A Chicago federal judge has agreed to drop a suburban hospital from a lawsuit brought by a doctor who claimed the hospital had submitted phony claims to Medicare, reversing his prior ruling, and saying he now sees the hospital’s alleged involvement in the alleged scheme was minimal at best and Advocate should have been dropped from the case.
The July 3 decision was laid down by U.S. District Judge John Blakey against Dr. Luay Ailabouni. The doctor had lodged a suit in 2013, amended in 2017, on behalf of the federal and Illinois state governments against several physicians and medical groups, including Cardiothoracic & Vascular Surgery Associates, and Advocate Christ Medical Center.
Ailabouni was a resident physician from 2008 to 2012 at Christ Medical Center, which is in southwest suburban Oak Lawn and is associated with the University of Illinois at Chicago College of Medicine. Ailabouni now practices in Washington state.
Ailabouni alleged physicians and their medical groups, with the knowledge of Advocate, used colleagues and physician assistants from 2006 to 2016 as assistant surgeons, rather than resident physicians, as required at teaching hospitals. In this way, physicians allegedly raked in millions of dollars in illicit money from Medicare.
Ailabouni explained the federal government already pays hospitals for running residency training programs and so Medicare does not reimburse claimants for assistant surgeon services, except when the surgeries are unusual or complicated. The surgeries in question at Advocate were generally “routine” and “non-complex,” according to Ailabouni.
According to Ailabouni, defendants allegedly “wanted the benefits of being affiliated with a teaching hospital, but did not want the responsibility or additional workload involved in actually teaching and working beside resident physicians.”
Ailabouni filed his action under the qui tam doctrine, which allows citizens with information about governmental fraud, to sue for the government and collect a portion of recovered funds.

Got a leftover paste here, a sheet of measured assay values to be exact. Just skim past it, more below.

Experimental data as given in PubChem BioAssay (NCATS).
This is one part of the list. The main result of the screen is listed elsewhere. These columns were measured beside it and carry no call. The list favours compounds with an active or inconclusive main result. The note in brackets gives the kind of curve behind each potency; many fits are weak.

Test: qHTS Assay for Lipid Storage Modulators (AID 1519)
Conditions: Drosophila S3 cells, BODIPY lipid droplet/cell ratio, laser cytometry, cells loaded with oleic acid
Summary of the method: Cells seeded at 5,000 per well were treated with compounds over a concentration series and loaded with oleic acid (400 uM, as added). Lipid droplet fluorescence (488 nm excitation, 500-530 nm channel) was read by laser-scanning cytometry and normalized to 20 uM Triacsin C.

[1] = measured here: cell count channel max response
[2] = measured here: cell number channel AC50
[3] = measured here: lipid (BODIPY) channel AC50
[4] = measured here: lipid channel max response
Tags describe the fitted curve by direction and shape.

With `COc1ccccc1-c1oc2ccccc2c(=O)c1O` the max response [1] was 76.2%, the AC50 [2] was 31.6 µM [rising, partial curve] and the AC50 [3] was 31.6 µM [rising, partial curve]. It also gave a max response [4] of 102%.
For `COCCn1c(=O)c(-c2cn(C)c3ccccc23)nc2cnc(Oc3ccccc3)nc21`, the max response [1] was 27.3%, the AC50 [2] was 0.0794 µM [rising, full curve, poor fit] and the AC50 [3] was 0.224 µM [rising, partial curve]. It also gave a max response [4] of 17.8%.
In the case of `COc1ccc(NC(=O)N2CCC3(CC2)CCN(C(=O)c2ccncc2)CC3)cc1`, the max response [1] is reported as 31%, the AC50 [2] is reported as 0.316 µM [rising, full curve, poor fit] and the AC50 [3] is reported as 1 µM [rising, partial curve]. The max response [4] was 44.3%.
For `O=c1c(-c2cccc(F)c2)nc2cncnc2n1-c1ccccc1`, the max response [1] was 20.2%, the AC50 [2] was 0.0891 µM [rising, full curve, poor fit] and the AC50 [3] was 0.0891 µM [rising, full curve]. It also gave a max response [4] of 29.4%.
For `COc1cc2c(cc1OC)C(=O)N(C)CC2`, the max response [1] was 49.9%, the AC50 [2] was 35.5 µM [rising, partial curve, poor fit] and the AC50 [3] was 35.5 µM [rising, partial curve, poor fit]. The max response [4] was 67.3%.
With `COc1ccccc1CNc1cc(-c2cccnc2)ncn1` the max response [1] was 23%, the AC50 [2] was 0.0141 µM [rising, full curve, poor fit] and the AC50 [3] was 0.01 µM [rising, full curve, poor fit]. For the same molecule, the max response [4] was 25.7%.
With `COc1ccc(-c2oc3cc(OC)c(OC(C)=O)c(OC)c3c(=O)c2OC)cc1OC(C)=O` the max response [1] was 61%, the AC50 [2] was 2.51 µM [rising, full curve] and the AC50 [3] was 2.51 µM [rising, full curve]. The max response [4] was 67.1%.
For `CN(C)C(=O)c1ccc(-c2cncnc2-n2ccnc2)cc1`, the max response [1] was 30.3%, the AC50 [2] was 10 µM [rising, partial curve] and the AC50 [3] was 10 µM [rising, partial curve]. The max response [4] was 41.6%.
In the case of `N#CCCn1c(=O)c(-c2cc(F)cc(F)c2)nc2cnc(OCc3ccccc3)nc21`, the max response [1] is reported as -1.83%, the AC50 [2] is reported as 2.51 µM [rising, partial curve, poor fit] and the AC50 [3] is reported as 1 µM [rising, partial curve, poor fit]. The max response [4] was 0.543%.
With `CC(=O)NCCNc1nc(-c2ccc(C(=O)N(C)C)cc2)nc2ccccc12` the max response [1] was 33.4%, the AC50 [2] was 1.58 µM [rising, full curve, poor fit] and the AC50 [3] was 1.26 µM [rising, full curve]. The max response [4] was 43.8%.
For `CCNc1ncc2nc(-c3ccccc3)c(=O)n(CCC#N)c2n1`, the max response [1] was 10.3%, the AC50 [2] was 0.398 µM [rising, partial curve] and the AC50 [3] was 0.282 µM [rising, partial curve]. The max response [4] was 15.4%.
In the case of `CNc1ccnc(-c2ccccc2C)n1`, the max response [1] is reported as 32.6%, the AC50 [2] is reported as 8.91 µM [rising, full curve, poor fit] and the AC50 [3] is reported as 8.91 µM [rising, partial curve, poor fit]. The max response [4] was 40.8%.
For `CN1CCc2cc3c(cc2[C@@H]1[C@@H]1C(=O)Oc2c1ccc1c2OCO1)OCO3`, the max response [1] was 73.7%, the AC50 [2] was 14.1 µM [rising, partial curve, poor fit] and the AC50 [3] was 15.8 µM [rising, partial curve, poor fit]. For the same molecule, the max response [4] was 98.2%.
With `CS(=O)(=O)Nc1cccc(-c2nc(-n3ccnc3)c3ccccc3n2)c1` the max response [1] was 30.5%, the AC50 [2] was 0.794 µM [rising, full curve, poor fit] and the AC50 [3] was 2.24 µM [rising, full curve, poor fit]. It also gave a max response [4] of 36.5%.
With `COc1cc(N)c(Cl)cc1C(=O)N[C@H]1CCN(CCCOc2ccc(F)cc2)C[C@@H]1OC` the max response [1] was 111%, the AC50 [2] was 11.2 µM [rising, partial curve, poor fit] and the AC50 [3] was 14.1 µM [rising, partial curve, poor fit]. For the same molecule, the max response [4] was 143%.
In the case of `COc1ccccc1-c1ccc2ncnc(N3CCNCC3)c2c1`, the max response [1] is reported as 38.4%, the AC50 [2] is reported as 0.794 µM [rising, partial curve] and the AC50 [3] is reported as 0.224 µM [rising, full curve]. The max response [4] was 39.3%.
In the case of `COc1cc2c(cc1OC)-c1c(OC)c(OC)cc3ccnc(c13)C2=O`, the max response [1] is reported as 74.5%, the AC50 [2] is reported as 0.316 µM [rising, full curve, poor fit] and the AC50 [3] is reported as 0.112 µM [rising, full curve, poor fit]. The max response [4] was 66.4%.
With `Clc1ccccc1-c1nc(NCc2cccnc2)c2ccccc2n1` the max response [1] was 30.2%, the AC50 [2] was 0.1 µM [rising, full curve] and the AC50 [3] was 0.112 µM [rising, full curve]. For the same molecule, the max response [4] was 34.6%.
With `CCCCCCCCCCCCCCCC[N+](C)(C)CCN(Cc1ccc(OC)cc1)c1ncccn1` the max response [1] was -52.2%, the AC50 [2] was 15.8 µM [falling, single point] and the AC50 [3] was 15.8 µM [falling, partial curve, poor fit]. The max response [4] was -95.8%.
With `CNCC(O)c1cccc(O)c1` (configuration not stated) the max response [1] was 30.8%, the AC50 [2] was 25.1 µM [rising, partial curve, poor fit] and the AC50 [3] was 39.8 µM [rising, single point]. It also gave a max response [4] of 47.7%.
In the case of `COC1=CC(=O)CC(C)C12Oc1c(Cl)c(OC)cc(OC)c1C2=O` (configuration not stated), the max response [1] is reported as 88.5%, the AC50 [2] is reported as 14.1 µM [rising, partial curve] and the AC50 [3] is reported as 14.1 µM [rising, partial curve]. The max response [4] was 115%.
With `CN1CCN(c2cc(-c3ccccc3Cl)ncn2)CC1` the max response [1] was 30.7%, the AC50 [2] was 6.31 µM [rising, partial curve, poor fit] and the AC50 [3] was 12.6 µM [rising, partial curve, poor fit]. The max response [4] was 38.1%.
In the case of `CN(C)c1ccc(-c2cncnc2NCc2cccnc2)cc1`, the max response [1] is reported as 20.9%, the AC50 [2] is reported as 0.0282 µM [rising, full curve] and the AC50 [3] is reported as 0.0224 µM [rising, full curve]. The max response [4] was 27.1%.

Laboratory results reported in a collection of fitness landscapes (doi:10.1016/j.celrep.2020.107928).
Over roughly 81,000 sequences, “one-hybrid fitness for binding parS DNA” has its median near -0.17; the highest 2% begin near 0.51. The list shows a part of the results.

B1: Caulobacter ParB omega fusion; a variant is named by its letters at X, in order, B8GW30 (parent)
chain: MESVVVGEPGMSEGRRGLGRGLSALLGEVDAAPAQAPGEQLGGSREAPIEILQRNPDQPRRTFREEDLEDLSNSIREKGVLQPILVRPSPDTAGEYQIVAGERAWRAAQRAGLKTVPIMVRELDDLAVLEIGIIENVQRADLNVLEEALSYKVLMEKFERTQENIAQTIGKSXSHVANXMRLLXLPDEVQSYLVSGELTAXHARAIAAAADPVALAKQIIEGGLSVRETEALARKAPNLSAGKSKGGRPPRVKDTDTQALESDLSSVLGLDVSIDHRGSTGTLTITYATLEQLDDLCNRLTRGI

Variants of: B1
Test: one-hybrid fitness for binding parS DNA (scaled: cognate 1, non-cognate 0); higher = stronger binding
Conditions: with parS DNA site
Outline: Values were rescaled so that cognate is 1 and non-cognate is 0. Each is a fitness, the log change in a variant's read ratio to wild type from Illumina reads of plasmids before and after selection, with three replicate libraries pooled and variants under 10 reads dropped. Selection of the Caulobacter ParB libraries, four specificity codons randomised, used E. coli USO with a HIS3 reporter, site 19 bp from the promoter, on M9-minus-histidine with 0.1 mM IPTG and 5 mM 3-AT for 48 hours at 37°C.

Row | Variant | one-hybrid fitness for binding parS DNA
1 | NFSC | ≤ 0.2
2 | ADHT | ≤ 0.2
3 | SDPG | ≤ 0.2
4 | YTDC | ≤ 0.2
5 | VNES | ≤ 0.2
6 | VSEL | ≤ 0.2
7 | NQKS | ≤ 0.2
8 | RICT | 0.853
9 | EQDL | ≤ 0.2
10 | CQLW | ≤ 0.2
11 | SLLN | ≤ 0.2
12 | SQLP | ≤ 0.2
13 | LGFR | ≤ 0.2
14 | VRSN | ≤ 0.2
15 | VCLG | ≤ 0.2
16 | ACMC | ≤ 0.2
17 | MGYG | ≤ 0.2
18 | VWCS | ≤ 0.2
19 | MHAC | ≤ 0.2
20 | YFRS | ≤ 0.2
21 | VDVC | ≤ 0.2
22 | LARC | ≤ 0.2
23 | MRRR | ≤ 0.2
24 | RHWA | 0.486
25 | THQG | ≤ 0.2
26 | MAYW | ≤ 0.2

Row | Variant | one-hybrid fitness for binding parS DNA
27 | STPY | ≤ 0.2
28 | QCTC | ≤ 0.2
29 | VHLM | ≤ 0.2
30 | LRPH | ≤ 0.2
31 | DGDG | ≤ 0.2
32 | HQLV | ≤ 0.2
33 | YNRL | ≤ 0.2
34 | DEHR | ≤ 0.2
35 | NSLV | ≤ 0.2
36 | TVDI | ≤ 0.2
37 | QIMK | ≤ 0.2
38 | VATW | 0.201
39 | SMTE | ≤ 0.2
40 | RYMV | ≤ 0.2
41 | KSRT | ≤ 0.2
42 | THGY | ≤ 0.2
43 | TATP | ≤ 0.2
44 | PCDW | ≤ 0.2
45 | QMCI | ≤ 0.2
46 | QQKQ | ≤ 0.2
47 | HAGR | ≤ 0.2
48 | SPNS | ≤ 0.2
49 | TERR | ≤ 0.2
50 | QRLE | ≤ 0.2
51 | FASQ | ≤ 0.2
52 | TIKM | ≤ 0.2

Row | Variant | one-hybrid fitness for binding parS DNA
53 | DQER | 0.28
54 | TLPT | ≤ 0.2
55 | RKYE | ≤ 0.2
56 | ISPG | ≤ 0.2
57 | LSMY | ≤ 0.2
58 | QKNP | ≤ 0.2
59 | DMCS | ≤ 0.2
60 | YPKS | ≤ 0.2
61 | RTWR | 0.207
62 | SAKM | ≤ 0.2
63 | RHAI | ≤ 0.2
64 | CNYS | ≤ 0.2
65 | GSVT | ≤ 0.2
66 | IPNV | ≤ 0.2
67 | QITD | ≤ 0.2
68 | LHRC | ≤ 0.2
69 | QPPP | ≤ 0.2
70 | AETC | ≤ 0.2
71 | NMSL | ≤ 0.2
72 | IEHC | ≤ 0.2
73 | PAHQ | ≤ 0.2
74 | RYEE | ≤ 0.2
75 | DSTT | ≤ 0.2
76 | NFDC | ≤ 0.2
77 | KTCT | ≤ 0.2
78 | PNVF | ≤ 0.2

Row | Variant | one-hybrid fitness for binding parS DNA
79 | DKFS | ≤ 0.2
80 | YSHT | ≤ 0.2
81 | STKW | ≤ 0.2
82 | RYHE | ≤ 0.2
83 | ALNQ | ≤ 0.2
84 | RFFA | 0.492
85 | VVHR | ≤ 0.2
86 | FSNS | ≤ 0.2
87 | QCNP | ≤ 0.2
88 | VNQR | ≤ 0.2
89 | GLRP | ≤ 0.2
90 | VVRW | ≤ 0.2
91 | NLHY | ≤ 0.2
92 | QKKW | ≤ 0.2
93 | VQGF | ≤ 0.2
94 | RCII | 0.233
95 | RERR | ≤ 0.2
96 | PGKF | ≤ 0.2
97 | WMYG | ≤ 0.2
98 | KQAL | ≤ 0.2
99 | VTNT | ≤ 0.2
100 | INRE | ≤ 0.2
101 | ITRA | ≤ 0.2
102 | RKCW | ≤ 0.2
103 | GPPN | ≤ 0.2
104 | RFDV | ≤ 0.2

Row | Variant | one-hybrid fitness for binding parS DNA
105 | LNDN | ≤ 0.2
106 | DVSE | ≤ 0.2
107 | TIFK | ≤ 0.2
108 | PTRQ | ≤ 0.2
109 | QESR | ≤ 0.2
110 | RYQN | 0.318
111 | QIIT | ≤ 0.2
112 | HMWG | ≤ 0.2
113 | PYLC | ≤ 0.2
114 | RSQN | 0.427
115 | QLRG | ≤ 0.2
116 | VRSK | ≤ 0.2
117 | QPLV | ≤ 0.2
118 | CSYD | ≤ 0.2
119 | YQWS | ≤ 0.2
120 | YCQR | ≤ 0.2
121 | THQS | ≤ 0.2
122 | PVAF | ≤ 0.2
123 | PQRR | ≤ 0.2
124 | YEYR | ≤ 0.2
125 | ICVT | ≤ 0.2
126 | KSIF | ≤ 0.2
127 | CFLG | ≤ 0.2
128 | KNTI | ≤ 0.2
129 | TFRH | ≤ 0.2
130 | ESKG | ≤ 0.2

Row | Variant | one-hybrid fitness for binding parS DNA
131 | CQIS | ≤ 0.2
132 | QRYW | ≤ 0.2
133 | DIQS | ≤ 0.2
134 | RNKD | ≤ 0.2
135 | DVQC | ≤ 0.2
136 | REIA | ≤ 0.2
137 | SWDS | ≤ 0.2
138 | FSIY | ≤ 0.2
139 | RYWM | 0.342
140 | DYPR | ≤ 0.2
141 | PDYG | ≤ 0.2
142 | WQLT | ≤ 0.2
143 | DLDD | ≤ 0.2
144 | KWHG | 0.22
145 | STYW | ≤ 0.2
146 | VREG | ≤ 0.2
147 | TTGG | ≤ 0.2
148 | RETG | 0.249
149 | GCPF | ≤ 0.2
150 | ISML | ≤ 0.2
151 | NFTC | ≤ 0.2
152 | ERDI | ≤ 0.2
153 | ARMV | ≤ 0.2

Defendants filed motions to dismiss, some of which Judge Blakey granted April 23. However, Blakey refused to do so for Advocate and CVSA. Regarding Advocate and CVSA, Blakey concluded Ailabouni presented “viable” claims. Advocate, but not CVSA, asked Blakey to reconsider, contending its bills to Medicare were on the up-and-up.
Advocate said it is “abundantly clear” its Medicare Cost Reports “solely cover and relate to the hospital based services it renders and does not extend to CVSA’s” billings and so Advocate cannot “face liability for another party’s fraudulent billing practices.”
This issue was clarified by Ailabouni at a June 26 hearing, leaving Blakey to observe his prior ruling “cannot stand,” because he “misinterpreted” Ailabouni’s allegations.
Blakey said Advocate knew, at best, about some of CVSA’s allegedly bogus practices, but Advocates’ reports to Medicare made no false representations. Blakey added that Advocate’s mere alleged knowledge of fraud is not enough to sustain the suit against the hospital. For Ailabouni to have a case against Advocate, Ailabouni would have to be able to allege Advocate “took an active role” in submitting false claims or documents to Medicare, and such an allegation is absent, in Blakey’s view.
The suit remains pending against Cardiothoracic & Vascular Surgery Associates and physicians William M. Hopkins, Dean M. Govastis, Wade W. Kang and Sanjeev Pradhan.
Ailabouni has been represented by the Chicago firms of Siprut PC and Behn & Wyetzner, as well as by Terry Law Firm of Carson City, Nev.
Advocate Christ Medical Center has been defended by the Chicago firm of Polsinelli PC.